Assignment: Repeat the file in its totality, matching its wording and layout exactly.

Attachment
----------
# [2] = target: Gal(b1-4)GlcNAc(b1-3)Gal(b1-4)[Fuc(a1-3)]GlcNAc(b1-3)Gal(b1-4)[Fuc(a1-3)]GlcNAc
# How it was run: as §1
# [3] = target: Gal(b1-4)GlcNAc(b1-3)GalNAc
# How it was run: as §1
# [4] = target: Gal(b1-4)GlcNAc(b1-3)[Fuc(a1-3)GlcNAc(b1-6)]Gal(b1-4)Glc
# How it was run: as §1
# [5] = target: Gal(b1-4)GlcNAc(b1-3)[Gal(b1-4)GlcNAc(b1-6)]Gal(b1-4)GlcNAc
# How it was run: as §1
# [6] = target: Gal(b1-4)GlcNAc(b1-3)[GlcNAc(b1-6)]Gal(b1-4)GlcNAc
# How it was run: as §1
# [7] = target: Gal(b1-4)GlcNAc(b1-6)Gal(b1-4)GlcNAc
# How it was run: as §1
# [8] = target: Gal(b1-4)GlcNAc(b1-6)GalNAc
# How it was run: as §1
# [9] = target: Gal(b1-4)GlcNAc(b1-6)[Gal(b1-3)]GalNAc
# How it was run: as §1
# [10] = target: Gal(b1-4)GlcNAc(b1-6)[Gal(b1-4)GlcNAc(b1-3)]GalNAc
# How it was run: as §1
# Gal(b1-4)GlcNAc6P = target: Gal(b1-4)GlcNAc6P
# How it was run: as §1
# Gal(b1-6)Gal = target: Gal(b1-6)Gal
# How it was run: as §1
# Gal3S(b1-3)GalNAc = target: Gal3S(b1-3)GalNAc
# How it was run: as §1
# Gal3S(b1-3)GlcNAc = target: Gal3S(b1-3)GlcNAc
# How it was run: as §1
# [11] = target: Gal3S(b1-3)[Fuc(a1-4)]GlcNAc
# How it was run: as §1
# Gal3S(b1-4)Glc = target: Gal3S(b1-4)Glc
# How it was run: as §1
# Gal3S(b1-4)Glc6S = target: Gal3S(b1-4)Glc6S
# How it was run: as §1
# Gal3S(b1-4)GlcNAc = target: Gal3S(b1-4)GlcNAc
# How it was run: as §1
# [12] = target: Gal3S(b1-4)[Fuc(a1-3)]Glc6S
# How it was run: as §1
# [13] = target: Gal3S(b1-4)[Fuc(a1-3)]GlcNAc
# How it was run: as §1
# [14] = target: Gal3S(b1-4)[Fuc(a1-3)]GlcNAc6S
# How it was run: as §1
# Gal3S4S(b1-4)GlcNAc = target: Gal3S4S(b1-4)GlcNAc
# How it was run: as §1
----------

# [2] = target: Gal(b1-4)GlcNAc(b1-3)Gal(b1-4)[Fuc(a1-3)]GlcNAc(b1-3)Gal(b1-4)[Fuc(a1-3)]GlcNAc
# How it was run: as §1
# [3] = target: Gal(b1-4)GlcNAc(b1-3)GalNAc
# How it was run: as §1
# [4] = target: Gal(b1-4)GlcNAc(b1-3)[Fuc(a1-3)GlcNAc(b1-6)]Gal(b1-4)Glc
# How it was run: as §1
# [5] = target: Gal(b1-4)GlcNAc(b1-3)[Gal(b1-4)GlcNAc(b1-6)]Gal(b1-4)GlcNAc
# How it was run: as §1
# [6] = target: Gal(b1-4)GlcNAc(b1-3)[GlcNAc(b1-6)]Gal(b1-4)GlcNAc
# How it was run: as §1
# [7] = target: Gal(b1-4)GlcNAc(b1-6)Gal(b1-4)GlcNAc
# How it was run: as §1
# [8] = target: Gal(b1-4)GlcNAc(b1-6)GalNAc
# How it was run: as §1
# [9] = target: Gal(b1-4)GlcNAc(b1-6)[Gal(b1-3)]GalNAc
# How it was run: as §1
# [10] = target: Gal(b1-4)GlcNAc(b1-6)[Gal(b1-4)GlcNAc(b1-3)]GalNAc
# How it was run: as §1
# Gal(b1-4)GlcNAc6P = target: Gal(b1-4)GlcNAc6P
# How it was run: as §1
# Gal(b1-6)Gal = target: Gal(b1-6)Gal
# How it was run: as §1
# Gal3S(b1-3)GalNAc = target: Gal3S(b1-3)GalNAc
# How it was run: as §1
# Gal3S(b1-3)GlcNAc = target: Gal3S(b1-3)GlcNAc
# How it was run: as §1
# [11] = target: Gal3S(b1-3)[Fuc(a1-4)]GlcNAc
# How it was run: as §1
# Gal3S(b1-4)Glc = target: Gal3S(b1-4)Glc
# How it was run: as §1
# Gal3S(b1-4)Glc6S = target: Gal3S(b1-4)Glc6S
# How it was run: as §1
# Gal3S(b1-4)GlcNAc = target: Gal3S(b1-4)GlcNAc
# How it was run: as §1
# [12] = target: Gal3S(b1-4)[Fuc(a1-3)]Glc6S
# How it was run: as §1
# [13] = target: Gal3S(b1-4)[Fuc(a1-3)]GlcNAc
# How it was run: as §1
# [14] = target: Gal3S(b1-4)[Fuc(a1-3)]GlcNAc6S
# How it was run: as §1
# Gal3S4S(b1-4)GlcNAc = target: Gal3S4S(b1-4)GlcNAc
# How it was run: as §1